Monterey | Lot 340
1966 Ferrari 275 GTB Alloy by Scaglietti
$2,900,000 - $3,500,000 USD | Not Sold
| Monterey, California
17 August 2019
- Ferrari Classiche–certified
- Retains its original chassis, engine, and gearbox
- One of four triple-carburetor, long-nose, torque-tube, aluminum-bodied examples built
- Documented by marque historian Marcel Massini
- Includes both three- and six-carburetor setups
The mid-1960s were a wonderful time for Ferrari. On the track, Ferrari was doing better than ever. Those cars wearing the Cavallino Rampante were sitting atop the podium at nearly every major race and were annihilating any competition that stood in their way. Of course, this translated quite well into sales, and Ferrari was attracting more new customers each year. Every new model that was released was considered the pinnacle of sports-car engineering and design until an even more groundbreaking model would replace it in a few years. With the fabled 250 series finally nearing the end of production in 1964, Ferrari chose that year’s Paris Auto Show to premier their replacement for their most successful platform. The 275 GTB would prove to be the beginning of another fantastic series of sports cars and would be considered one of the finest automobiles to ever leave the factory gates at the time Enzo was in charge of the company.
The 275 GTB was the most cutting-edge road-going Ferrari money could buy at the time of its unveiling. Under the bonnet was a 3.3-liter V-12 similar to the unit found in the groundbreaking 250 LM. In order to improve handling, engineers reduced the overall height of the engine, which lowered its center of gravity. At the same time, this would be the first road-going Ferrari to feature a four-wheel independent suspension and a rear-mounted five-speed transaxle gearbox, which improved the car’s weight distribution. This new dual-purpose sports car was truly a jack-of-all-trades. Its performance, coupled with a luxurious interior with a spacious boot, made the 275 GTB one of the greatest dual-purpose Ferraris ever built. It was equally suitable for road or competition use and was ideal for the individual looking to use the car in both respects.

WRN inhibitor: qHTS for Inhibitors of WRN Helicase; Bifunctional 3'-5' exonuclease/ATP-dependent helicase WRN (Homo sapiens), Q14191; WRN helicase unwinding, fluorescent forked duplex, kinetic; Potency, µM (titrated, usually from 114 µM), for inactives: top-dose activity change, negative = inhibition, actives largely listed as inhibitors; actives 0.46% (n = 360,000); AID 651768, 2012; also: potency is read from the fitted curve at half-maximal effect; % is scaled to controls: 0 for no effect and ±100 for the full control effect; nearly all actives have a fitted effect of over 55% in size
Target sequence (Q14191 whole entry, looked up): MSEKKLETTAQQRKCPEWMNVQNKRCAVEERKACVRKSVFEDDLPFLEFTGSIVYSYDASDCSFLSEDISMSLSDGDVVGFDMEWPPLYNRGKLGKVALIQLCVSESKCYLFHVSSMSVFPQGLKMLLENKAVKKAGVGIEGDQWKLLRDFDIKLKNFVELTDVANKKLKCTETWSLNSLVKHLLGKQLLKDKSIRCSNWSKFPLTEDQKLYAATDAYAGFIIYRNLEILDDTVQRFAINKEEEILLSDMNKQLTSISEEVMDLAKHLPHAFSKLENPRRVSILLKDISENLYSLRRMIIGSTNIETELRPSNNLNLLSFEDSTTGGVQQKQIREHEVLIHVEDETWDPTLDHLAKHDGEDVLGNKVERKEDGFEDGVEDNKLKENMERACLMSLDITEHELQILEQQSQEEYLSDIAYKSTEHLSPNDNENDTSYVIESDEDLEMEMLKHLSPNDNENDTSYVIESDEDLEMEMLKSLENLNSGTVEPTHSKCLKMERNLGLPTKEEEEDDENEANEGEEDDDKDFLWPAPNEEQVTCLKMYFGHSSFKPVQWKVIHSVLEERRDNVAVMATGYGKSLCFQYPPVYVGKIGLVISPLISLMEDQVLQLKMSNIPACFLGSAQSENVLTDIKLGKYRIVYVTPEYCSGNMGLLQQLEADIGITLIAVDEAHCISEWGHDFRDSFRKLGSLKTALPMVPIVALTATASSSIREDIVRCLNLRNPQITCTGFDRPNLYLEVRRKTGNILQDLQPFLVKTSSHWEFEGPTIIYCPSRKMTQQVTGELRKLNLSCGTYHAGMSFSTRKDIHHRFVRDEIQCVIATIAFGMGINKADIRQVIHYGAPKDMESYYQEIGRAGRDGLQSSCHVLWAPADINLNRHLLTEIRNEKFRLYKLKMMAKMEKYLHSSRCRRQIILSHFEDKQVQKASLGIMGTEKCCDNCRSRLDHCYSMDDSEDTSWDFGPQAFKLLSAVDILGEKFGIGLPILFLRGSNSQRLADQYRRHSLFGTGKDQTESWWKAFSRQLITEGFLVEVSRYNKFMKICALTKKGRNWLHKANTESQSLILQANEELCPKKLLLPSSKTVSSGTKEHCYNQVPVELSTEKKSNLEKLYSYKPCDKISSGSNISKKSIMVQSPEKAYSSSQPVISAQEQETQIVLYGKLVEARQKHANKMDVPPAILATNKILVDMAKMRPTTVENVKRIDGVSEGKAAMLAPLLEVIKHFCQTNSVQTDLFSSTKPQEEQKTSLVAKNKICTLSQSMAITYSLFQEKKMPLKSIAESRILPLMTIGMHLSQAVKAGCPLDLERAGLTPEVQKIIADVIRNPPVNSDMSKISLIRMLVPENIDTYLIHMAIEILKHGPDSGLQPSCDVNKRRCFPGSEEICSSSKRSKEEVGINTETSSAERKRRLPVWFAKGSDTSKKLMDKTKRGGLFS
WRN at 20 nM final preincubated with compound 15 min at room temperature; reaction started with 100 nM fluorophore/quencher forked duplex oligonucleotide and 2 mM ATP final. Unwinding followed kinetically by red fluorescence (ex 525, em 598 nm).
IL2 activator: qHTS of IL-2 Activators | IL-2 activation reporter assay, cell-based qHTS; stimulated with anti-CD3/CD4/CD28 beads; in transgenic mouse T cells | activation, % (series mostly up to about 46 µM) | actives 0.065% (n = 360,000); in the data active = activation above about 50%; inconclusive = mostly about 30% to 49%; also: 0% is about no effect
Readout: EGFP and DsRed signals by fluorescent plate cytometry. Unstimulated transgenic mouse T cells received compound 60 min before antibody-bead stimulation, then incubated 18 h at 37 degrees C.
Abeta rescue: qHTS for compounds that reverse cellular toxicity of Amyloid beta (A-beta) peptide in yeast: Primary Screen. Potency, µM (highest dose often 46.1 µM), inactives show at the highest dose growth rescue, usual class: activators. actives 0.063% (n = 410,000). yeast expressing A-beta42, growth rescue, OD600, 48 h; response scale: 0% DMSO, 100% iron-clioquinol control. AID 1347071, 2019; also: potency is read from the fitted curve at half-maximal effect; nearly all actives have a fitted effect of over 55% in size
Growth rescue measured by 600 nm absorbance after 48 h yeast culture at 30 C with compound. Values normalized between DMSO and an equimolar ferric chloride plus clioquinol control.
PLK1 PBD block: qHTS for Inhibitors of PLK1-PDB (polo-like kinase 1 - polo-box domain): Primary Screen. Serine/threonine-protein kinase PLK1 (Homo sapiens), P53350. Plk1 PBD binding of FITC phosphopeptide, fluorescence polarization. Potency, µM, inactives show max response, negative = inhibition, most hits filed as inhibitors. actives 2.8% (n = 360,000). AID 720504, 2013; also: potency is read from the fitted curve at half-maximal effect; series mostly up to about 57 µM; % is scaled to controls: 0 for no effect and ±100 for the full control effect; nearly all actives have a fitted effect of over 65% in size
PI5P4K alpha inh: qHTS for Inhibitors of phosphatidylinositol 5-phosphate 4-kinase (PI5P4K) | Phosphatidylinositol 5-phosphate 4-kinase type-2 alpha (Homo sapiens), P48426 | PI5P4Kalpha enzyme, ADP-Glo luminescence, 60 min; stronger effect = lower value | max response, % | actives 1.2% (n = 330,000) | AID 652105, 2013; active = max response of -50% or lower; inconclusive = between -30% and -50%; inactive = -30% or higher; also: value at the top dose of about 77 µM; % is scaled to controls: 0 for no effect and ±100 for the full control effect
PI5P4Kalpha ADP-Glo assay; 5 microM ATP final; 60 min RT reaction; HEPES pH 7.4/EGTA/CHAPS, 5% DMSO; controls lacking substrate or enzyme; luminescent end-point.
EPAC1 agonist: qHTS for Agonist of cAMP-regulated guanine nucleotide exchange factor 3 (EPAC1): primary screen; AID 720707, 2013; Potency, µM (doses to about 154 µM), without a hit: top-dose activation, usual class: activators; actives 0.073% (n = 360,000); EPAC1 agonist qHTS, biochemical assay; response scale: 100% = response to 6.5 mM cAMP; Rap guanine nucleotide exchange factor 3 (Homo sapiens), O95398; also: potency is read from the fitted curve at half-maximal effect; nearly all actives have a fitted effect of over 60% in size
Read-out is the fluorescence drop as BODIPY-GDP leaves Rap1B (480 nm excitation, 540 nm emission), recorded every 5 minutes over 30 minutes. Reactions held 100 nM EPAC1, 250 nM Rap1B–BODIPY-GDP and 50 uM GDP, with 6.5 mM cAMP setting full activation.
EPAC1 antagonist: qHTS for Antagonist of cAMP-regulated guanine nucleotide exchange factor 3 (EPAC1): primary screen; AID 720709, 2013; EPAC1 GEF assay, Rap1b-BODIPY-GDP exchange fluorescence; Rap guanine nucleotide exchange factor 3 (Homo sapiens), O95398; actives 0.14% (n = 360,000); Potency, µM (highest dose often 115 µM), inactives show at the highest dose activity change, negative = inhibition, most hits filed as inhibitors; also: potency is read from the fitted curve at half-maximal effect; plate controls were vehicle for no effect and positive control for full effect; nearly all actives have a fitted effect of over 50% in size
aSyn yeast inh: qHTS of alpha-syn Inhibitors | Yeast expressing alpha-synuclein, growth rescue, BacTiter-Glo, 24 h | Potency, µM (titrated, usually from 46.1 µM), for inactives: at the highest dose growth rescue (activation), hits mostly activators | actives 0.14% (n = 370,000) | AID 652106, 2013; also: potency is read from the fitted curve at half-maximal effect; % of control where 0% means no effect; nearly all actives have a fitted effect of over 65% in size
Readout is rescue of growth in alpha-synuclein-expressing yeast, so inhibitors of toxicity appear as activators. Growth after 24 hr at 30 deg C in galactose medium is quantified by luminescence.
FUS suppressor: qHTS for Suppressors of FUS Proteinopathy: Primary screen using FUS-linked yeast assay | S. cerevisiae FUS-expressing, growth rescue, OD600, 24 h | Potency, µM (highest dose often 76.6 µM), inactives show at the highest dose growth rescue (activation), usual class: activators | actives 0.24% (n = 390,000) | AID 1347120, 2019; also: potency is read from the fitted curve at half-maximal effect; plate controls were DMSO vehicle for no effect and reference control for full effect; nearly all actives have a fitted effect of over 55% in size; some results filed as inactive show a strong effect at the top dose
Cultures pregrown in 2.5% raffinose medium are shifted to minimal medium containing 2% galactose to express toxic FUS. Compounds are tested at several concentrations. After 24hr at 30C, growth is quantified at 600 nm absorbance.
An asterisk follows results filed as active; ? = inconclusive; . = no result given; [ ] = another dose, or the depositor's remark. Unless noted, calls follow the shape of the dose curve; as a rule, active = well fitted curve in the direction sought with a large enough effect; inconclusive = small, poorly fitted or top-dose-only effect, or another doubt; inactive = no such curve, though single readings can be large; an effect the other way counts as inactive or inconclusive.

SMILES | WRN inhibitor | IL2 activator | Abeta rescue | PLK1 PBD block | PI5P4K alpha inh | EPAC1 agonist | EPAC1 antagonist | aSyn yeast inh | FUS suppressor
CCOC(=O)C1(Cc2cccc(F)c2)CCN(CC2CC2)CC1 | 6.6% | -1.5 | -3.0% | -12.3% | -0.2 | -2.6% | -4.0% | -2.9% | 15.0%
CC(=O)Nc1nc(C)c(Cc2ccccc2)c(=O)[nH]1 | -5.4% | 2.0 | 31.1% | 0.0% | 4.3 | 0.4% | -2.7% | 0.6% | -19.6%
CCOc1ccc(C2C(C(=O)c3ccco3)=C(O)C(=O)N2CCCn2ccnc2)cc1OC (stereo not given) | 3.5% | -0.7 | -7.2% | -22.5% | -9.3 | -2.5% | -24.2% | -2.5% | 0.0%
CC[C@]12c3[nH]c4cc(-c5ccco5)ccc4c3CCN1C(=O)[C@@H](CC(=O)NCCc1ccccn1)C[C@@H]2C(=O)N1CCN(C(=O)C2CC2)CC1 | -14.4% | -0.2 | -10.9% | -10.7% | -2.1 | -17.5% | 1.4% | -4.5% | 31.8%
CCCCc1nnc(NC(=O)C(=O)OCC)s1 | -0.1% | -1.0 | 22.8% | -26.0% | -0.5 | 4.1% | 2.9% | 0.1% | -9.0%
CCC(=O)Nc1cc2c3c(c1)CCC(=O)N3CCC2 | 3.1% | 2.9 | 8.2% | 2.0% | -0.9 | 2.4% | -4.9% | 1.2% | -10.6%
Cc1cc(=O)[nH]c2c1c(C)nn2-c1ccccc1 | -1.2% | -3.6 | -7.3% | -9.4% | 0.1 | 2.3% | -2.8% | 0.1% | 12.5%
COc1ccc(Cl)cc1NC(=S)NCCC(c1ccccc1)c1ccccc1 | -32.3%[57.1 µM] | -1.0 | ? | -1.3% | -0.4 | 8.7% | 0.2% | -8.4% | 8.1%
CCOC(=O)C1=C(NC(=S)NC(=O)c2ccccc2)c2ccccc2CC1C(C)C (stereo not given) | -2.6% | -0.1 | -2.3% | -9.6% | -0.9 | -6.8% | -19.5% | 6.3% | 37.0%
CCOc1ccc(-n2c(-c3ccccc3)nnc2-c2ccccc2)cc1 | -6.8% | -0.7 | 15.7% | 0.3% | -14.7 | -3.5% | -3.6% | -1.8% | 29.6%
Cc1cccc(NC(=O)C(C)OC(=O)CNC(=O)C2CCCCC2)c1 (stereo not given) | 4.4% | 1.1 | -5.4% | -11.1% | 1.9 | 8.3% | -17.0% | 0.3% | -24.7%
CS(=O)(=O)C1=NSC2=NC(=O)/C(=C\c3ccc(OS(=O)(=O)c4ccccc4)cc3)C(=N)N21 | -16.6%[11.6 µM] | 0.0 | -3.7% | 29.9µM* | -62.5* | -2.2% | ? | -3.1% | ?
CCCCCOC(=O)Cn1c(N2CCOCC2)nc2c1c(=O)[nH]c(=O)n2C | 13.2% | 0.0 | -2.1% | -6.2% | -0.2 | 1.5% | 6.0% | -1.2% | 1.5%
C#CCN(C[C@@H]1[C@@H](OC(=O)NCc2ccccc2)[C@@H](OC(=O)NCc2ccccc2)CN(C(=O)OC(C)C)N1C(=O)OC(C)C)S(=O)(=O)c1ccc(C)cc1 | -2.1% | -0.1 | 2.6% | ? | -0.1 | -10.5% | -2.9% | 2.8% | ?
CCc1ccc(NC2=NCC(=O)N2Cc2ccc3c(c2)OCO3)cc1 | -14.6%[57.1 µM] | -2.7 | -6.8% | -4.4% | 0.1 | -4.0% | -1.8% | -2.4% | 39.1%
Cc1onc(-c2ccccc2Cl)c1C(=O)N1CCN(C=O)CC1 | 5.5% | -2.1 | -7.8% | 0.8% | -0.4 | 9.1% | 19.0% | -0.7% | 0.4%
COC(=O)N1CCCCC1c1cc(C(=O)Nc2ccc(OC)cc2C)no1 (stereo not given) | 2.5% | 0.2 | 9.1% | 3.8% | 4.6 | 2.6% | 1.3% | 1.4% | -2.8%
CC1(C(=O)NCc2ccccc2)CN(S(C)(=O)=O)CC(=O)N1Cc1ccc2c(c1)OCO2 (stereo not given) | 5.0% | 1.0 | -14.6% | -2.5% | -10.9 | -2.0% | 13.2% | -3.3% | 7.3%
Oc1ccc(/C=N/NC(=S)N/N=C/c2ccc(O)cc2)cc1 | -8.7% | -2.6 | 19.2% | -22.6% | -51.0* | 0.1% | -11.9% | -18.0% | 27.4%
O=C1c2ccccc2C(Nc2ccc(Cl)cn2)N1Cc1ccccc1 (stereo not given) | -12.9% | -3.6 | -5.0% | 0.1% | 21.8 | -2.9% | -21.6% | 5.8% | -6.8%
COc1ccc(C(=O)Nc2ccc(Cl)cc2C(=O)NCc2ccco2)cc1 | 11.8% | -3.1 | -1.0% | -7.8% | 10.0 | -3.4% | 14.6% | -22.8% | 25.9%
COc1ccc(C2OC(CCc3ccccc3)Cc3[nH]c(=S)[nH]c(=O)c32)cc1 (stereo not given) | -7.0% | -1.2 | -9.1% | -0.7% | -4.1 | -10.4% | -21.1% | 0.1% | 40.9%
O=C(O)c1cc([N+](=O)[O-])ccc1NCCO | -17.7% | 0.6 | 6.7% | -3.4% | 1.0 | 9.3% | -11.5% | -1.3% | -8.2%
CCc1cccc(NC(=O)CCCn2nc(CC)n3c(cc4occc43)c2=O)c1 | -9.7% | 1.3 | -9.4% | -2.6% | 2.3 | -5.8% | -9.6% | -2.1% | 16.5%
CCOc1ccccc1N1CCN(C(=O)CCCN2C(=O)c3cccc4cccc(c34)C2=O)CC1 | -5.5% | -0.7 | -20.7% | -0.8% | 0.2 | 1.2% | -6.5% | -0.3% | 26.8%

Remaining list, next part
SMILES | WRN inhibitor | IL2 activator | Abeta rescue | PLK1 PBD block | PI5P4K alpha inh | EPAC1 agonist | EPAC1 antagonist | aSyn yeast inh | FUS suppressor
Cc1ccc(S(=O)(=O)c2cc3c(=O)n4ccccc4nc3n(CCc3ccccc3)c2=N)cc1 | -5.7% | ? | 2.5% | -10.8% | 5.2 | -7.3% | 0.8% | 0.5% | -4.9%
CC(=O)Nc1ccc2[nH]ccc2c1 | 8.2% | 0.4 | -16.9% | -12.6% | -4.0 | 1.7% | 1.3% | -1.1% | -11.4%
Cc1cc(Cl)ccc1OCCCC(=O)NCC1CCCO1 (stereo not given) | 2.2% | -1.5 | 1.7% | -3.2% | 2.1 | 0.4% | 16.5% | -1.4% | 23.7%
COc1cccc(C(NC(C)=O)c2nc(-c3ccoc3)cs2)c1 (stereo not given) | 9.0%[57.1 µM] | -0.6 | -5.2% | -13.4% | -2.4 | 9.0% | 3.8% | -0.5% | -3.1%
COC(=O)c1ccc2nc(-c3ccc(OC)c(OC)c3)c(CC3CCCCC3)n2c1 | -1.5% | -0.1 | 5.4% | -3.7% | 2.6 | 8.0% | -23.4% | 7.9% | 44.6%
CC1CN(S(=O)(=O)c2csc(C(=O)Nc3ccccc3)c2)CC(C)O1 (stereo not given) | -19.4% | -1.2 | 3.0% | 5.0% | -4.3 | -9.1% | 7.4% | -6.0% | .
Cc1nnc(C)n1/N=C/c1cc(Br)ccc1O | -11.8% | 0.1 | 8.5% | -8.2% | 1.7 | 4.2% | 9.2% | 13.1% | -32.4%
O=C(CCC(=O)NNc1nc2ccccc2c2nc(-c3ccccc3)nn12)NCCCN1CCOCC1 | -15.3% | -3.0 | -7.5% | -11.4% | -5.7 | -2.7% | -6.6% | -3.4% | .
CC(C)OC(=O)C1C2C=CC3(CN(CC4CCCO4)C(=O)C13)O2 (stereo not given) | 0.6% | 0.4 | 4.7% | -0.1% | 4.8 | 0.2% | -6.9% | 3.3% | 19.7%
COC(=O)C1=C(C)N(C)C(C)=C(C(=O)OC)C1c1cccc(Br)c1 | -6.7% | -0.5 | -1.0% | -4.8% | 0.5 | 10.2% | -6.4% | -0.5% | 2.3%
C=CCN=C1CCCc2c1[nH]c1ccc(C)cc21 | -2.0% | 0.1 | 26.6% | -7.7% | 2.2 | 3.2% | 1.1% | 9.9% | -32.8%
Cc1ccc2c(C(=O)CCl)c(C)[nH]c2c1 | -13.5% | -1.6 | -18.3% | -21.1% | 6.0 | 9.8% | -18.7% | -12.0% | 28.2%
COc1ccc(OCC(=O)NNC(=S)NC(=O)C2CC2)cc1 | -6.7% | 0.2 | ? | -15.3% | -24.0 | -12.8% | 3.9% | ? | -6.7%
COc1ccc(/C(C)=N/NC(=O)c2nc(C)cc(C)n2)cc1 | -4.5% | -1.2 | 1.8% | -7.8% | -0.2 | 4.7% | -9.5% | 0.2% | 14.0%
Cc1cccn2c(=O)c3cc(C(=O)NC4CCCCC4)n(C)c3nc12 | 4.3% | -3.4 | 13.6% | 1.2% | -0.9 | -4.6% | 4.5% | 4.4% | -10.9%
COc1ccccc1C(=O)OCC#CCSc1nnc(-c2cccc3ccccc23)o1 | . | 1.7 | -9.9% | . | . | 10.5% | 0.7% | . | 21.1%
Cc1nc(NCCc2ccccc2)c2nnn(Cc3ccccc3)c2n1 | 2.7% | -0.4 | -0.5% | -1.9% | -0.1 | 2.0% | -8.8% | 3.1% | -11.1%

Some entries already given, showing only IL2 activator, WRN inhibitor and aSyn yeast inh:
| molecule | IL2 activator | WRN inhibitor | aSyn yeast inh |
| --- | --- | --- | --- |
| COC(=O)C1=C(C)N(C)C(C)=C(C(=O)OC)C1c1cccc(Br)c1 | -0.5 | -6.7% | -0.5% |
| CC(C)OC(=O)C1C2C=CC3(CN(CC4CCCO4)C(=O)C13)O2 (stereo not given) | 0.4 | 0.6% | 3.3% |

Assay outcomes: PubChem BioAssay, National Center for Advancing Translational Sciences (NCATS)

Once the 275 GTB found its way into the hands of its first lucky customers and the motoring press, both parties quickly found the car to be better in every way. It boasted better performance than the iconic 250 SWB and was simultaneously more luxurious than the 250 GT/L ‘Lusso.’ The 275 GTB’s engine was capable of producing 280 hp in standard triple Weber configuration, leading to a 0–60 mph time of just over six seconds and a top speed of 160 mph. The long-nose construction on the later cars also helped eliminate the undesirable high-speed lift characteristics of the early variants, further increasing the already-flexible nature of the car. As with any Ferrari, customers were given unlimited possibilities to outfit and equip their cars to their individual tastes, which of course led some cars to depart the factory outfitted with racing in mind, whilst others were outfitted to maximize passenger comfort.